A network of Female Genital Mutilation (FGM) clinics are to open across England to help survivors of the practice, and to prevent more girls from being mutilated.
The eight centres will be located in Birmingham, Bristol, London and Leeds will offer physical, mental and emotional support for FGM survivors.
FGM is classed as the partial or total removal of the female external genitalia, or other injury to the female genital organs for non-medical reasons.
It is usually carried out on young girls from infancy up until the age of 15.
The NHS said over the past three months almost 1,000 women and girls in the UK were identified as having been impacted by FGM.
The majority of women who have been mutilated are usually identified by the NHS after they access maternity services.
The new clinics will seek to treat women before they become pregnant, as FGM can cause complications with childbirth.
Health Secretary Matt Hancock said he has been “incredibly moved” by stories of FGM survivors and is determined to do what he can to support them.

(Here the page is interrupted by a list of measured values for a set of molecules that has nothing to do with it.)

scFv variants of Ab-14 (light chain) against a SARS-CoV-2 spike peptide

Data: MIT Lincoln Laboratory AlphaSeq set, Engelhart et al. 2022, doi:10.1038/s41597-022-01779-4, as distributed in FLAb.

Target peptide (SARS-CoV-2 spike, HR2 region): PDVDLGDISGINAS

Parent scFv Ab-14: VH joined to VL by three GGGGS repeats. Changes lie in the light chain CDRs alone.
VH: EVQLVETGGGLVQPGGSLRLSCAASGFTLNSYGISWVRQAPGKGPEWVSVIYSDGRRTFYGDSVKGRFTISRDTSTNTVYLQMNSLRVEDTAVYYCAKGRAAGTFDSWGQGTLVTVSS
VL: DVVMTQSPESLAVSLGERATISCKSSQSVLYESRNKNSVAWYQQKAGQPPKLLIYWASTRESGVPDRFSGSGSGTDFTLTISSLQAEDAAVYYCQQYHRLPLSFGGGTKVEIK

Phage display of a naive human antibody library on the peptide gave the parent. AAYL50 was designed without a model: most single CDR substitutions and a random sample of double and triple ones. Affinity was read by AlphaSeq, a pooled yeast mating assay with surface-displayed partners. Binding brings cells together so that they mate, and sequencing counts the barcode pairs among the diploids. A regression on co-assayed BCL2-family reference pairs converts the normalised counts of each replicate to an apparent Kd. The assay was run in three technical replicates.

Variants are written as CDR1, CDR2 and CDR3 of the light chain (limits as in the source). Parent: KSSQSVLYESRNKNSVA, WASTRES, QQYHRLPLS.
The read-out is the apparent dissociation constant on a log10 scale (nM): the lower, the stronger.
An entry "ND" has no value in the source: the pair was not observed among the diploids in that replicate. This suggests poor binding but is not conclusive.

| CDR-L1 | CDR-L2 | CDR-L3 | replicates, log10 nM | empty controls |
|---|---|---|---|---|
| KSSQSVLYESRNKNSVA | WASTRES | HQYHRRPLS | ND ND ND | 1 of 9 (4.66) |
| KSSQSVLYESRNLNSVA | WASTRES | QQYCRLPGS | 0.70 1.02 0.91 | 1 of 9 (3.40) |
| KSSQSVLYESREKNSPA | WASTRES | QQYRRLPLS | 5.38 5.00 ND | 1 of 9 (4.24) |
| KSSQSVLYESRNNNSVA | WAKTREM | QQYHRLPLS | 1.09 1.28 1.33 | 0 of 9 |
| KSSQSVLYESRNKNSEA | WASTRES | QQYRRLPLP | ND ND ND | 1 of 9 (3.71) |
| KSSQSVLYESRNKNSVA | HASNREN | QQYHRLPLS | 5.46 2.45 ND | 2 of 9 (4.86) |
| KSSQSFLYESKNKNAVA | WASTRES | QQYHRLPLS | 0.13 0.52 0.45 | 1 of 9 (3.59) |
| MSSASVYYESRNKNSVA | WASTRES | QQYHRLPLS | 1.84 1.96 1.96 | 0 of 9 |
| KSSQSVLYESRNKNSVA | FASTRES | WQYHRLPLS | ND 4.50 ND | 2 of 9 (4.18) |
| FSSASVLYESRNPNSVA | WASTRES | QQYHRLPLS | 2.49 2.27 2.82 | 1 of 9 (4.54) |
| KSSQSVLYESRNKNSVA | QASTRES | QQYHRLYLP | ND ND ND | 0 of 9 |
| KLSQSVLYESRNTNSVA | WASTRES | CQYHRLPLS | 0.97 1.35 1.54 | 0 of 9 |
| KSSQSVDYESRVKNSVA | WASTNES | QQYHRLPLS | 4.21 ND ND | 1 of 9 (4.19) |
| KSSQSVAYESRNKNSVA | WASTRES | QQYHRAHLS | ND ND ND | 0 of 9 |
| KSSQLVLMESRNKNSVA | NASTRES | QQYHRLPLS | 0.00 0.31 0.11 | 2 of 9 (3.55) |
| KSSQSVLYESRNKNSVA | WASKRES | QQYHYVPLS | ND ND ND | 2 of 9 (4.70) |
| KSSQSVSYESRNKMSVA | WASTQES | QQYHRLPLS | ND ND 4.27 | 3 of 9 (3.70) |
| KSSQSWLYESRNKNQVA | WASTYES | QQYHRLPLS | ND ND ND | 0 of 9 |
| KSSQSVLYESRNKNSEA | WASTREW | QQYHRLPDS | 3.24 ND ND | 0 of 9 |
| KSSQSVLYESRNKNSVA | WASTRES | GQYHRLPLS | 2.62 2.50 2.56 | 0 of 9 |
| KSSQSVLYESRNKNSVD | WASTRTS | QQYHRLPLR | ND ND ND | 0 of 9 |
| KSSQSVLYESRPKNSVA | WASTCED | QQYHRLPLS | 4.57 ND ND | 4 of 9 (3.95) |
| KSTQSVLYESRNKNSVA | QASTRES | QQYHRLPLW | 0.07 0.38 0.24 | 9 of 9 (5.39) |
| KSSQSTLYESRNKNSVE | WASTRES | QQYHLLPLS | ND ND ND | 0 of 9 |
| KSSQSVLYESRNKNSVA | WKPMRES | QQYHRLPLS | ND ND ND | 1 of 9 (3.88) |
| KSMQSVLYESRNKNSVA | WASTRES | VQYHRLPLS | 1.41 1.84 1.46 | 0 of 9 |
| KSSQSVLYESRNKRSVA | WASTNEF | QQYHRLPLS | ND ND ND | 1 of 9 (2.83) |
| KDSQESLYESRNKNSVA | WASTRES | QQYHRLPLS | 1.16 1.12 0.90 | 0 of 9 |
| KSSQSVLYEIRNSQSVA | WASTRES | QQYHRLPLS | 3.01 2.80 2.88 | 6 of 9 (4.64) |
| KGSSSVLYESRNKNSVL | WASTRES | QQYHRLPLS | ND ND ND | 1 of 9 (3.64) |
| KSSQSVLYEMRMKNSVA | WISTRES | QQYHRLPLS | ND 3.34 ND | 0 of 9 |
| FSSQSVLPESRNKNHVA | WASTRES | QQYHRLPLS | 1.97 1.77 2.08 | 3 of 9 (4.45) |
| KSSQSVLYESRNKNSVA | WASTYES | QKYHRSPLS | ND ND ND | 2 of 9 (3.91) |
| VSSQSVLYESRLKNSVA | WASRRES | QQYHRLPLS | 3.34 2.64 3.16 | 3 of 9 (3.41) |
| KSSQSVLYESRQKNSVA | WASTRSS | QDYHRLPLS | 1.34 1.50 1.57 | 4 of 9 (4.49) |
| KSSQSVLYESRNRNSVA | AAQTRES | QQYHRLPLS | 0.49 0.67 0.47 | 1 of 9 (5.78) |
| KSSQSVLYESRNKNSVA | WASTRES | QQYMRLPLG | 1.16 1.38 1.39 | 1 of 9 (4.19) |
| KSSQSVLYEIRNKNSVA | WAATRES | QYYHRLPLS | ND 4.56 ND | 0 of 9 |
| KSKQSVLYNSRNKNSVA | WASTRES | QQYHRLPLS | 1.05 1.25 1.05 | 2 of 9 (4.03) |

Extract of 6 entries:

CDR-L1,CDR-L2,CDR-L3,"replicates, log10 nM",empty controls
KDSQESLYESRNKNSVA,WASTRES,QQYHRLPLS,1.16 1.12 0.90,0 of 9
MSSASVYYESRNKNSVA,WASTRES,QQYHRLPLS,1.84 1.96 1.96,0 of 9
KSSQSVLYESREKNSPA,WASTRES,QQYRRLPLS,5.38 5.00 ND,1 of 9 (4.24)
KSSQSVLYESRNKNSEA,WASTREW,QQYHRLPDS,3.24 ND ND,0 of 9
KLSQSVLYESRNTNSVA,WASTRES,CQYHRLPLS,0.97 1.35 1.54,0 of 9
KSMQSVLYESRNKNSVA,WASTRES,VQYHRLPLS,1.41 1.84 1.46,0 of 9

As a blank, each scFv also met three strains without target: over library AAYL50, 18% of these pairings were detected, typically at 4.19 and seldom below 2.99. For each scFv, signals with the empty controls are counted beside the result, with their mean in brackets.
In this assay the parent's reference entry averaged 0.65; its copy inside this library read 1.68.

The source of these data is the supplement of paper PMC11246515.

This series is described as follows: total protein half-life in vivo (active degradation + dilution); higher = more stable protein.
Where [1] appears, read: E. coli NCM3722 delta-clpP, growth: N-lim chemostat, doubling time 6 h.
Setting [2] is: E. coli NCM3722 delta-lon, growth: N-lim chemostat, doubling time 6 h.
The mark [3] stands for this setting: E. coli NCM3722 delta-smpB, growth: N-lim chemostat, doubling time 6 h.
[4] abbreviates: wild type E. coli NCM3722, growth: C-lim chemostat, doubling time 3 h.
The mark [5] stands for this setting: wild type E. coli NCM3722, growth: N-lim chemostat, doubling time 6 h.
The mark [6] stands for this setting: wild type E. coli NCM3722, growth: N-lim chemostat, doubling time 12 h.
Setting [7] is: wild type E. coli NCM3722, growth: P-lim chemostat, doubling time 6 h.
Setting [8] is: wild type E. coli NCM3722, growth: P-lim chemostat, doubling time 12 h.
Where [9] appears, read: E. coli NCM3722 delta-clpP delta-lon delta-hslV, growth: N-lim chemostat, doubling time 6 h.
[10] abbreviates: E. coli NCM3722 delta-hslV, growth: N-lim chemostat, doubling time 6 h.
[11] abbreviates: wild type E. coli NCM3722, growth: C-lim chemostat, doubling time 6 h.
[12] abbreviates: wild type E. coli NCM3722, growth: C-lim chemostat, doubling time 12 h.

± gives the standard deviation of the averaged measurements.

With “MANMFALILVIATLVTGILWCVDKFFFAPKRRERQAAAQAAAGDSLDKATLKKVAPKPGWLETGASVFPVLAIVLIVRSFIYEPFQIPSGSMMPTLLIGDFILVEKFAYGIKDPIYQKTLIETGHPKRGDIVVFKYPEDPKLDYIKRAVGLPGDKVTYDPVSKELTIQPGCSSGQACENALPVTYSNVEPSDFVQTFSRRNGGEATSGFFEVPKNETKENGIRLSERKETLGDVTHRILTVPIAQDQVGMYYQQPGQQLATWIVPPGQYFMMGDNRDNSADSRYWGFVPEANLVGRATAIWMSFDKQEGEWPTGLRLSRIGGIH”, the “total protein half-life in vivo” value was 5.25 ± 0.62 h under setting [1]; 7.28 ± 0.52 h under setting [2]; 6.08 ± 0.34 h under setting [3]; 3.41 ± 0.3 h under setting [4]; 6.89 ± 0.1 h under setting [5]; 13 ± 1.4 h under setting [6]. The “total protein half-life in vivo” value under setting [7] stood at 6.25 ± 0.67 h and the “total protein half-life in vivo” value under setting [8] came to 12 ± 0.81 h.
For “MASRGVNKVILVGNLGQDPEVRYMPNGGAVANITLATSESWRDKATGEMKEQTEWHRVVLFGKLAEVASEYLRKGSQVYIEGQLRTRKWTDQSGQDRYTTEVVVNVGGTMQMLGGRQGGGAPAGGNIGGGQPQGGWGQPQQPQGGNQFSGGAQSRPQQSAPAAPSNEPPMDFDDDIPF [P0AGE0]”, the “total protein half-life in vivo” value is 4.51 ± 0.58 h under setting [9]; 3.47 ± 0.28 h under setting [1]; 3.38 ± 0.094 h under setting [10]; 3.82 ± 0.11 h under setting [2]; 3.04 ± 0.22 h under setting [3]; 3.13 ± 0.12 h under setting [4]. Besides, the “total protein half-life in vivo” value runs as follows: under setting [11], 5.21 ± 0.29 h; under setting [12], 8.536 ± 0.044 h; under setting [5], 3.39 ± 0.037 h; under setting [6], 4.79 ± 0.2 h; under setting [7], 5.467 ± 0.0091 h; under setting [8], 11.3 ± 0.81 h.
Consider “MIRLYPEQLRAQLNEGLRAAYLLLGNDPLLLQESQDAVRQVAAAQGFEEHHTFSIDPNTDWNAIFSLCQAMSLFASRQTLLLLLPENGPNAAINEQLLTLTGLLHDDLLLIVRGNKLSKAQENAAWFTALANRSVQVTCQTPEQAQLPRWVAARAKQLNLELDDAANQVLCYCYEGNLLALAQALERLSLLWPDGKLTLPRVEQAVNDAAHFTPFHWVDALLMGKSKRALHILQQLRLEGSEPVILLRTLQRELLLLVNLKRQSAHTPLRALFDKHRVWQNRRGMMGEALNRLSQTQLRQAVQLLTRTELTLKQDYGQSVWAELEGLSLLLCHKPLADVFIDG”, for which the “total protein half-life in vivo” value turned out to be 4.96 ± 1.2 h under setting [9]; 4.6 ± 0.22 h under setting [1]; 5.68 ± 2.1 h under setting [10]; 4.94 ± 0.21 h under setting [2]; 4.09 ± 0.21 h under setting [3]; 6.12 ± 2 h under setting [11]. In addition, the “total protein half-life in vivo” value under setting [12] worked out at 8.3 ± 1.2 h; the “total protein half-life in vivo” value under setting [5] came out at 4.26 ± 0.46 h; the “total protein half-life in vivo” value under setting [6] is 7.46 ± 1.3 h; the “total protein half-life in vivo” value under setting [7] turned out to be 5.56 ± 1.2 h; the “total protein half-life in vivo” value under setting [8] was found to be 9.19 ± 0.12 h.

“It’s absolutely crucial we reach more women so they can access support services that take care of mental, emotional, physical and clinical needs,” he said.
“These clinics will have a profound impact – helping women who have been violated in the most traumatic of ways to move on from this violence and lead happier, healthier lives.”
Deputy chief nursing officer Hilary Garratt said the clinics were “for women, run by women”, and would be staffed by doctors, midwives, nurses and counsellors.
In February, a Ugandan mother became the first person in the UK to be convicted of FGM.
She mutilated her three-year-old daughter at their east London home in 2017 and was jailed for 11 years.